I’ll take exception to one thing the author wrote. “What’s not being asked in all the frenzy to shift vehicles from oil to electricity, is where will all this power come from?”

    I’m sorry, but I read almost every story that’s written on EVs and PHEVs and can assure you that that question is asked ALL the time. Please just google a few stories and you’ll see. Others have already pointed out that even charging from the national grid, you’re still about 2-3 times cleaner than a Prius, so that’s not really an issue. But consider this, we’re installing about 80-90 megawatts of renewable solar and wind energy on the grid each year, the number is increasing all the time, and given that your typical EV commuter will use about 8-10 kWh per day, we’ll be able to charge millions of EVs just on the additional renewable energy being added to the grid each year for a looong time. It’ll take probably 20 years before the number of EVs being sold each year actually uses more new renewable energy being added to the grid.

    Also consider that we’ll be keeping billions of dollars from leaving our country with much of it going to pay for the bombs and bullets that are killing our soldiers. Just the national security issue alone is worth going electric!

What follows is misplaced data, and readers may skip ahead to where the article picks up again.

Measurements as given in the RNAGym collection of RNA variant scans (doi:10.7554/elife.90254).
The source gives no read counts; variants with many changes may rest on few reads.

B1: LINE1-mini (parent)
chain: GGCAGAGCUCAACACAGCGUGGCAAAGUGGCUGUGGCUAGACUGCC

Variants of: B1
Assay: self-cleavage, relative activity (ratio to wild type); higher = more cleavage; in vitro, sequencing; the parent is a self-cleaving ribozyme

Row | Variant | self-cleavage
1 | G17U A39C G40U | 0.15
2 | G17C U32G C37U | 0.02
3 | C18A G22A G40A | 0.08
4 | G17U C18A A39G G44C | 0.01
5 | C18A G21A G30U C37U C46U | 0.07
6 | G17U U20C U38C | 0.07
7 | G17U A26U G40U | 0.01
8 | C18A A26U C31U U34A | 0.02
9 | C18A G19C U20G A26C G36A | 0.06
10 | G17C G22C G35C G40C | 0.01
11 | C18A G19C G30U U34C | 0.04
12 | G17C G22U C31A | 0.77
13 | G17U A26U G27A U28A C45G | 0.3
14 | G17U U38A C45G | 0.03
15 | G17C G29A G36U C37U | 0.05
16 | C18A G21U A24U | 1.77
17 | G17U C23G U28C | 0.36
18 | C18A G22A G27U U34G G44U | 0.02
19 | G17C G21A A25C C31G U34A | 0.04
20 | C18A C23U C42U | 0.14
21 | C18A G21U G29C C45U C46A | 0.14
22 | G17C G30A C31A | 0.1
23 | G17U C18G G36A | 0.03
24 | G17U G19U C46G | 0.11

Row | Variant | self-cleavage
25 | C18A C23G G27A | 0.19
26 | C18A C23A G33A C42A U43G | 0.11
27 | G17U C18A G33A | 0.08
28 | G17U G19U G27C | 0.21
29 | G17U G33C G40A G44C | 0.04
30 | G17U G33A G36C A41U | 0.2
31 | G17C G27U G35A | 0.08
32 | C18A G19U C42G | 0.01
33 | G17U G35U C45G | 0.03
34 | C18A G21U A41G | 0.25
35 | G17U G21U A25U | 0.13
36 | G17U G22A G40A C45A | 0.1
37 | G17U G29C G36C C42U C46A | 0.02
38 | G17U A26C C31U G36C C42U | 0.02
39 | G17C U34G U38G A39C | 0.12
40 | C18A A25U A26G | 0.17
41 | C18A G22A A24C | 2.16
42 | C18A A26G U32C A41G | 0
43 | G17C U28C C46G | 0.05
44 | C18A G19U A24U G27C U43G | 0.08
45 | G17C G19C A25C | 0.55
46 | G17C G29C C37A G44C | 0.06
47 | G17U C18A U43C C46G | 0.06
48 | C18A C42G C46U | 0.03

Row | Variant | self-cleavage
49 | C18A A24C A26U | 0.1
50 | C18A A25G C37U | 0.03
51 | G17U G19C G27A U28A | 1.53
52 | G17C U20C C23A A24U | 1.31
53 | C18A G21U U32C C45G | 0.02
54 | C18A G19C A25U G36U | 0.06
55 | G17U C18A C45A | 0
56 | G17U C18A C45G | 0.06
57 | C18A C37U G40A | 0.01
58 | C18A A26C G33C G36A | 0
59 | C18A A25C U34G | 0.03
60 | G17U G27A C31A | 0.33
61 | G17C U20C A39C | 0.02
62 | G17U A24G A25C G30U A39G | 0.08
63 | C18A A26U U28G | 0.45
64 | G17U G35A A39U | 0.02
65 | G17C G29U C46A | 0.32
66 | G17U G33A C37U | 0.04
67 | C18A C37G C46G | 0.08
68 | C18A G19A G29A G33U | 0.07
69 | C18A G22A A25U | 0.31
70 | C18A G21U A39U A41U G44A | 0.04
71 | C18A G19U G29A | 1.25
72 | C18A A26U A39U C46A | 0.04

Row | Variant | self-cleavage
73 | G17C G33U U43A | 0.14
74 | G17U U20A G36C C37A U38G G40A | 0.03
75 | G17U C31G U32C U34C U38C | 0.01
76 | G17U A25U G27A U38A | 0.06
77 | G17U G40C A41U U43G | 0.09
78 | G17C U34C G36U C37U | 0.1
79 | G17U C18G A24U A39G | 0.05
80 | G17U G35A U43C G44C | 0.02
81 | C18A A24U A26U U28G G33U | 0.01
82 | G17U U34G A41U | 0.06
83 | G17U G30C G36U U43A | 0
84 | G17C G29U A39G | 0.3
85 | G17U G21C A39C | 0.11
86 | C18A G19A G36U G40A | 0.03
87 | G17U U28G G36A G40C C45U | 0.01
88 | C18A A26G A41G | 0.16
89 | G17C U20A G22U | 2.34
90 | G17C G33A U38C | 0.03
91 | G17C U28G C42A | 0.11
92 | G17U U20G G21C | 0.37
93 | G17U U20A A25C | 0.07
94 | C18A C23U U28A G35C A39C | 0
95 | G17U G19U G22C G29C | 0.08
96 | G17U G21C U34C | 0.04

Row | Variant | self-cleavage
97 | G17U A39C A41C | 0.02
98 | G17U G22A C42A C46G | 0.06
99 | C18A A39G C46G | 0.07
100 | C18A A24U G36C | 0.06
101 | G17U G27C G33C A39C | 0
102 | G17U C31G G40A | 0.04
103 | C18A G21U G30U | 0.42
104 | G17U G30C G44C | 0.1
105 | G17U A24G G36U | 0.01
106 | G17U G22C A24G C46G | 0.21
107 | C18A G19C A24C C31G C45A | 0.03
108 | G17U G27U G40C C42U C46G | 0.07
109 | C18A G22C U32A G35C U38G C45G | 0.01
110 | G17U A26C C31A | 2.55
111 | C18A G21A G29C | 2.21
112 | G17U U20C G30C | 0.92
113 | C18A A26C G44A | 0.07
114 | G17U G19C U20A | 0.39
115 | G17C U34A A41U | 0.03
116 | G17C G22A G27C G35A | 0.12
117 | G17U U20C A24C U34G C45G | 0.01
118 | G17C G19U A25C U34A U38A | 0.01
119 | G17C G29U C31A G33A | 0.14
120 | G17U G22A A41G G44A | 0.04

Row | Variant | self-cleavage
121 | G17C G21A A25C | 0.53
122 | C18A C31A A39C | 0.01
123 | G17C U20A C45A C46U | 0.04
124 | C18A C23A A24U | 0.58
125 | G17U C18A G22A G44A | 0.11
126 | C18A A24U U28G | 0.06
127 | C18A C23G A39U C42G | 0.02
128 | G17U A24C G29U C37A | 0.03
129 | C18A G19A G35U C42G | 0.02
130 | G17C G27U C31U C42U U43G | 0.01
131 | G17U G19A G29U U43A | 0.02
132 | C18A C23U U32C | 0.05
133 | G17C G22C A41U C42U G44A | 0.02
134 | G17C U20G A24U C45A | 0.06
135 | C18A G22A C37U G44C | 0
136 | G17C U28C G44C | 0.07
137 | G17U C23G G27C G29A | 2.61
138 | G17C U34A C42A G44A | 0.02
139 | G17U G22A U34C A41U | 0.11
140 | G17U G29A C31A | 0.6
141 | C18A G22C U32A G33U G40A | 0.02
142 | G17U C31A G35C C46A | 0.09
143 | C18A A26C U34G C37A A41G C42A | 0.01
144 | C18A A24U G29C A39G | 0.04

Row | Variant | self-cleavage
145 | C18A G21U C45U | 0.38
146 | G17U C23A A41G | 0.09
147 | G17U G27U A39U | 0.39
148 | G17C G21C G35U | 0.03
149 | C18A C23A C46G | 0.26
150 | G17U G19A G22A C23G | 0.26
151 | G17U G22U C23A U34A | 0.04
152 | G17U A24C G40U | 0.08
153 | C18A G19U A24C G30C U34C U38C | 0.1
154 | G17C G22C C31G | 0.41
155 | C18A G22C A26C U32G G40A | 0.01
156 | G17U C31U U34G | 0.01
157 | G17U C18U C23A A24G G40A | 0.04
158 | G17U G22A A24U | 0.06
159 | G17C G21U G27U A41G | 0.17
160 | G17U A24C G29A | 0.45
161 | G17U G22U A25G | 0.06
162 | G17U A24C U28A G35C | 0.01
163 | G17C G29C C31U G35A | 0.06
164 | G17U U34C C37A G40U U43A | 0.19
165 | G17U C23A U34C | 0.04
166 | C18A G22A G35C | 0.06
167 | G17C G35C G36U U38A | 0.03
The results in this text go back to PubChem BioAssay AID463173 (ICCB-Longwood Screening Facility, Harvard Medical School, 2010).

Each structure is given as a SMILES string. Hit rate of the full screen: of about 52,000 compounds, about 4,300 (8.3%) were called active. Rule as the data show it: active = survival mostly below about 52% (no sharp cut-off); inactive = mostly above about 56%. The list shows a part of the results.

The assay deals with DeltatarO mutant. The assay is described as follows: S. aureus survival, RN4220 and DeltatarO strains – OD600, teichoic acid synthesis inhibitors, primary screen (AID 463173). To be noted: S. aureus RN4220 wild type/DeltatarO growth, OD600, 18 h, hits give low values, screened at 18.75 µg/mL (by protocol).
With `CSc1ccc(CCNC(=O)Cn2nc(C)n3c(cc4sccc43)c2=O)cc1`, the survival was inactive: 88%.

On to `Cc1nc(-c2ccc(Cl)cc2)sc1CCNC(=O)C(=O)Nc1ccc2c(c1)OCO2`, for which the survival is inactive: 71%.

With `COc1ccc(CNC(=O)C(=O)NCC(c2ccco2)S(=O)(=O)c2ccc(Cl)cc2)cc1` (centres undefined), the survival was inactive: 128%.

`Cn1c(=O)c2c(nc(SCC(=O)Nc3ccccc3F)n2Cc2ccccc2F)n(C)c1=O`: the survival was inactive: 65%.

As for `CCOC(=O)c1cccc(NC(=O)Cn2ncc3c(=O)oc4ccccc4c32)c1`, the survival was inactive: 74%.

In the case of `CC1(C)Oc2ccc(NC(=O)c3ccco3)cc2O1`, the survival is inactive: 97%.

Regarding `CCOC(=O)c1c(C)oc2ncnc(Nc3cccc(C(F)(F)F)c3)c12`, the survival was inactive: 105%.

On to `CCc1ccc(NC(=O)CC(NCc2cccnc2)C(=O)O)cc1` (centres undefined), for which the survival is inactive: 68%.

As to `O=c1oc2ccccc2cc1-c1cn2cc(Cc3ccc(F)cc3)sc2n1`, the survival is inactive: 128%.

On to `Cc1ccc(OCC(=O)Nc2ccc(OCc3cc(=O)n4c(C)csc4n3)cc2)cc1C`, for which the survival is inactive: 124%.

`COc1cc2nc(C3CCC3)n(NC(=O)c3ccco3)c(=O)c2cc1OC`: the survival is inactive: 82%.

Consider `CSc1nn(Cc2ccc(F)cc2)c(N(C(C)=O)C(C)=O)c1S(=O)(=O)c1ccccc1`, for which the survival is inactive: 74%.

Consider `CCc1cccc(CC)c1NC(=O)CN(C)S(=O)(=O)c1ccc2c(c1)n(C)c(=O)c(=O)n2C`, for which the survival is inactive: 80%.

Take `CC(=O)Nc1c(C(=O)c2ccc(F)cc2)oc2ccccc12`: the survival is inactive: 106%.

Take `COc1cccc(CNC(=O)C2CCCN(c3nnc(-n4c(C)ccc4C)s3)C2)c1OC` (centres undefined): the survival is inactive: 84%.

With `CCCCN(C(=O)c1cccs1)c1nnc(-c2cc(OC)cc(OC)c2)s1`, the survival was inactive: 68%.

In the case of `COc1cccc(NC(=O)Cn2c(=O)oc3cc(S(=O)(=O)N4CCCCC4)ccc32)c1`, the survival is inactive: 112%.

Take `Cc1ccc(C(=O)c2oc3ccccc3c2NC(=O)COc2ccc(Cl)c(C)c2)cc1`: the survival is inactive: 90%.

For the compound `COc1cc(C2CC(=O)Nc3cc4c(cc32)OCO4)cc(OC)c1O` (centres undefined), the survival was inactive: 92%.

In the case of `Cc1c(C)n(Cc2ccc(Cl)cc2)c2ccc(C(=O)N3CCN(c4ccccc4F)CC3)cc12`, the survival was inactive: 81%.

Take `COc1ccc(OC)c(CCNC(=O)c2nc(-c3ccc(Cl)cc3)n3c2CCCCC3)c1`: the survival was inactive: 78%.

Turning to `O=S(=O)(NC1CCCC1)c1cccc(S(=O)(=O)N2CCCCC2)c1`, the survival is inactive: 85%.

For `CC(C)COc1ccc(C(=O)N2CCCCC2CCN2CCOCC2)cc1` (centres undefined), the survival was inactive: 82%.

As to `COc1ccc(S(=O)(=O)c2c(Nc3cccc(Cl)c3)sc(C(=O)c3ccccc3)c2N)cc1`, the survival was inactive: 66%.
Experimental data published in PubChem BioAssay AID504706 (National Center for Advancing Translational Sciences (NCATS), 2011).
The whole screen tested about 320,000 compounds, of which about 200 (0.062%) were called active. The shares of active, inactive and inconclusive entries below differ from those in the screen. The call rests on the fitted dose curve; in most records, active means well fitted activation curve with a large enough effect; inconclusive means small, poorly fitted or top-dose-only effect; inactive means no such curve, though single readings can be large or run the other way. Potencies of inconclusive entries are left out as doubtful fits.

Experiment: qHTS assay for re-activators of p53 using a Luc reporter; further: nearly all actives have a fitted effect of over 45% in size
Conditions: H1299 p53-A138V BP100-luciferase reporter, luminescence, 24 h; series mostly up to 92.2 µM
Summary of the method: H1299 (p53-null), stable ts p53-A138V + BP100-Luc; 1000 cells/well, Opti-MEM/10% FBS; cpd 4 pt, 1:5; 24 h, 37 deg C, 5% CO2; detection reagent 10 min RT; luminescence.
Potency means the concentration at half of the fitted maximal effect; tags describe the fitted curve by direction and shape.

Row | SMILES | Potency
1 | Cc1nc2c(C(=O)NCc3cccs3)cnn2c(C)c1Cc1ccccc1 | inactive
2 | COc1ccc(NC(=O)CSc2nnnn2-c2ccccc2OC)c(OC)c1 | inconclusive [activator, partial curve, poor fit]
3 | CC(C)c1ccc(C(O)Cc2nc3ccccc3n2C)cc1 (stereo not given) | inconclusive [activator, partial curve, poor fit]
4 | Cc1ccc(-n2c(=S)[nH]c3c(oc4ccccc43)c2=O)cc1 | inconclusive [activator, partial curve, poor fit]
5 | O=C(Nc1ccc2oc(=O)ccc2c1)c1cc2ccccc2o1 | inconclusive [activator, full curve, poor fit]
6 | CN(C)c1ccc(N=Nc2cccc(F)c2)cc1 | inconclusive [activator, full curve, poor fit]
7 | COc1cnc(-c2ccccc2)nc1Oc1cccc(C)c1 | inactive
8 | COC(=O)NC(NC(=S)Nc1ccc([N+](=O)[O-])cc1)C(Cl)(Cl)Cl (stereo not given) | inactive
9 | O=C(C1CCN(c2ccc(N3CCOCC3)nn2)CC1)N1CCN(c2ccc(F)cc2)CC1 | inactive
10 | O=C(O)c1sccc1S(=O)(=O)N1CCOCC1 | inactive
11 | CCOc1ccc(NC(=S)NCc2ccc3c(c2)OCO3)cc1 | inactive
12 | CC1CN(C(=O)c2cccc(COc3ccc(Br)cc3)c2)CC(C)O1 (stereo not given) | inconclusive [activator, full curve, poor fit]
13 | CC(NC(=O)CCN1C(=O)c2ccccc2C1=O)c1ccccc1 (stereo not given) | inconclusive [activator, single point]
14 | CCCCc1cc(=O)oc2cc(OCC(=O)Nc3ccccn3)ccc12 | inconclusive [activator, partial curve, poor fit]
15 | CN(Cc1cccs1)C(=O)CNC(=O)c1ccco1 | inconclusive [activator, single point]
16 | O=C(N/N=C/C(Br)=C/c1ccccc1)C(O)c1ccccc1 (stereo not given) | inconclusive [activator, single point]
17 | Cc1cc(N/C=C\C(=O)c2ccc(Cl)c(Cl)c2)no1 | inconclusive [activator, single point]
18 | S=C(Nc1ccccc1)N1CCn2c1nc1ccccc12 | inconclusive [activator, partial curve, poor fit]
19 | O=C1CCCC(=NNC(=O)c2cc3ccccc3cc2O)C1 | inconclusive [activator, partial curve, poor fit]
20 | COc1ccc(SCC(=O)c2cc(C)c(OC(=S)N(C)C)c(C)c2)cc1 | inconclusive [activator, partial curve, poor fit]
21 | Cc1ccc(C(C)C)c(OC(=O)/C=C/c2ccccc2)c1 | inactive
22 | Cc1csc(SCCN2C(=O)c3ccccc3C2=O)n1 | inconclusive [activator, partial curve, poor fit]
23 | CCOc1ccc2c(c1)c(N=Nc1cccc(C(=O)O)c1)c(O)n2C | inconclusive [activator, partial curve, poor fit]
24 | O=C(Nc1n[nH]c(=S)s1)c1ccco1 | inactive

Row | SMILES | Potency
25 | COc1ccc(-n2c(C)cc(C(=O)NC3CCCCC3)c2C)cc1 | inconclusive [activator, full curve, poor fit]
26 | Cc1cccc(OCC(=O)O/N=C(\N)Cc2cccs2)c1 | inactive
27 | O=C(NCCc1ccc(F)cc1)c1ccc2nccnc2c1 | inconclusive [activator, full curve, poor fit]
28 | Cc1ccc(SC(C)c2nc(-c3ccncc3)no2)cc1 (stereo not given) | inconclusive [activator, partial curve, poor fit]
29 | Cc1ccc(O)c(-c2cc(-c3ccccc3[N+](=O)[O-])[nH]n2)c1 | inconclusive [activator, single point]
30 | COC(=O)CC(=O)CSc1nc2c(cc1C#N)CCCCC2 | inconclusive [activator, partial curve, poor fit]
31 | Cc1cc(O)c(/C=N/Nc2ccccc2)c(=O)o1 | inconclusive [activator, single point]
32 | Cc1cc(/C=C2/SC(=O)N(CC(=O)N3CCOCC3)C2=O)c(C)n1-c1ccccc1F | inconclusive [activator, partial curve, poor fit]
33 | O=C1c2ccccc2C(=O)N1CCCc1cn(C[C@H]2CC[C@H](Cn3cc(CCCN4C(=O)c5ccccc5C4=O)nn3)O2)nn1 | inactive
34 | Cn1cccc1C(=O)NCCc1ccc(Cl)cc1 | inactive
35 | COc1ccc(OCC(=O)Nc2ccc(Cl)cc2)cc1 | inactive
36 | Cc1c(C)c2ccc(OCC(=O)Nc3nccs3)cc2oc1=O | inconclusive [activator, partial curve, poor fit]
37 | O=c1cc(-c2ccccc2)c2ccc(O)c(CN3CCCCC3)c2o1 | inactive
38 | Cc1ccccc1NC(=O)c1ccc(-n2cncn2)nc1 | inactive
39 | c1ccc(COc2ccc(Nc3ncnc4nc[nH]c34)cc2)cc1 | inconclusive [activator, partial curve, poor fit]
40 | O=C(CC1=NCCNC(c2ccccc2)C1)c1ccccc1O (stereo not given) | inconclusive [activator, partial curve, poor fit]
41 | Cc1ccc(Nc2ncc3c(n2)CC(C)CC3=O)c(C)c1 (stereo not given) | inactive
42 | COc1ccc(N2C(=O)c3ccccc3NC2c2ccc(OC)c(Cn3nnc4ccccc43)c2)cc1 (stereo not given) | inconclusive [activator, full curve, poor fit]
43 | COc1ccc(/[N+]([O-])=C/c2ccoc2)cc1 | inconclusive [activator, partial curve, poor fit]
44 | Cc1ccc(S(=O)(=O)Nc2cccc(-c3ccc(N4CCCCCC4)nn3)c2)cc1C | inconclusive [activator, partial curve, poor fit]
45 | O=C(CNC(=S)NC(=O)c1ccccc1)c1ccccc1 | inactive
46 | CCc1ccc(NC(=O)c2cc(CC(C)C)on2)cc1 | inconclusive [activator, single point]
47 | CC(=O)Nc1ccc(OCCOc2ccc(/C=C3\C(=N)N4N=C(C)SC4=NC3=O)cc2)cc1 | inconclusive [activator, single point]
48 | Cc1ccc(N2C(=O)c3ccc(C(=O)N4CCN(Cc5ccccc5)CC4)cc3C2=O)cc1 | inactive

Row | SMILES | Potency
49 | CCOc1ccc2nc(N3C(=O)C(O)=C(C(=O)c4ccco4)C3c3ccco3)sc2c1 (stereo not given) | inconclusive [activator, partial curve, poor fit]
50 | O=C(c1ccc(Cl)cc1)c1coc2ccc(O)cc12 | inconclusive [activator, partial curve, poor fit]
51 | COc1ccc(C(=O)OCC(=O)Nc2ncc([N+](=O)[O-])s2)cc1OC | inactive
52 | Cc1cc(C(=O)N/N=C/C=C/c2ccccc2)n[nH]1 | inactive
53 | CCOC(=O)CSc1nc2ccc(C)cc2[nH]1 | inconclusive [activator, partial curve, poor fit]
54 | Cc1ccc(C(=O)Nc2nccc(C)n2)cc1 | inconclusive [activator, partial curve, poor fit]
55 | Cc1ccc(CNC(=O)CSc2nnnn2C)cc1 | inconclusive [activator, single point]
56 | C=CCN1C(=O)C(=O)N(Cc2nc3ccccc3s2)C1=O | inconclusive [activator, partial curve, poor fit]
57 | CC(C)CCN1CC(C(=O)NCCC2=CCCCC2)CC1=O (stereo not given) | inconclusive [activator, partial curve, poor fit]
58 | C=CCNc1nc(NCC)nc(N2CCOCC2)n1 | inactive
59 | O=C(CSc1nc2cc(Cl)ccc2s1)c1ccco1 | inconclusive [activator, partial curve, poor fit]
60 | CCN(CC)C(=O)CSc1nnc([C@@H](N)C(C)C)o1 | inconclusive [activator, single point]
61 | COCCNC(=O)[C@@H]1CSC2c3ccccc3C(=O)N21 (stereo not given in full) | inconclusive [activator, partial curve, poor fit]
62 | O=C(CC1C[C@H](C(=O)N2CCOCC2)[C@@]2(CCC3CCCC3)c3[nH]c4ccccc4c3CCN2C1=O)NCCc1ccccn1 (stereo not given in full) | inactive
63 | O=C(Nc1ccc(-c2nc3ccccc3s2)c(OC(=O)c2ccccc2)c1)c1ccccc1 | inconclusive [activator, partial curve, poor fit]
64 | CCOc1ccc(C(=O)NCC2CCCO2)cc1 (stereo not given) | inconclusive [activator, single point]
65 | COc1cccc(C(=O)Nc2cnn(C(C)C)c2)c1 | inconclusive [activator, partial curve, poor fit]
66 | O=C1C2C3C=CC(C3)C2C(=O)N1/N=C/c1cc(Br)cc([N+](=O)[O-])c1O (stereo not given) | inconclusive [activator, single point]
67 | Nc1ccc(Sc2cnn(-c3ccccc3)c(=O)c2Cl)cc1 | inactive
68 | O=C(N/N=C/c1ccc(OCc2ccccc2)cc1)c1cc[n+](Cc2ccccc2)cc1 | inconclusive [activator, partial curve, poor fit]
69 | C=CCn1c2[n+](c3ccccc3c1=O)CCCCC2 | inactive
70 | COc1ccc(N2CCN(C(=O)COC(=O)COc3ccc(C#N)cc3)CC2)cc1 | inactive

6. Solar + EV = Clean. Middle class hippie chick, no garage, just a house & a driveway, natch. 12 years & counting. Don’t U wish U had my car? :-p No really, soon we all will be given alternatives other than *cough* gas-o-line.

  7. EVs + Coal = BAD That’s one of the standard argument against EVs. But it ignores a couple basic things. First that gasoline doesn’t arrive at the pump without it’s own energy consumption (e.g. petroleum refinement is a huge consumer of electricity). Secondly, an EV’s energy source may TODAY be 50% coal (however mine isn’t since I have PV on our house) but shifting from gas to electricity opens up to POTENTIAL for improvement in energy efficiency and reduced pollution. And thirdly, the move to electrify our transportation system will preserve our mobility in the age of peak oil.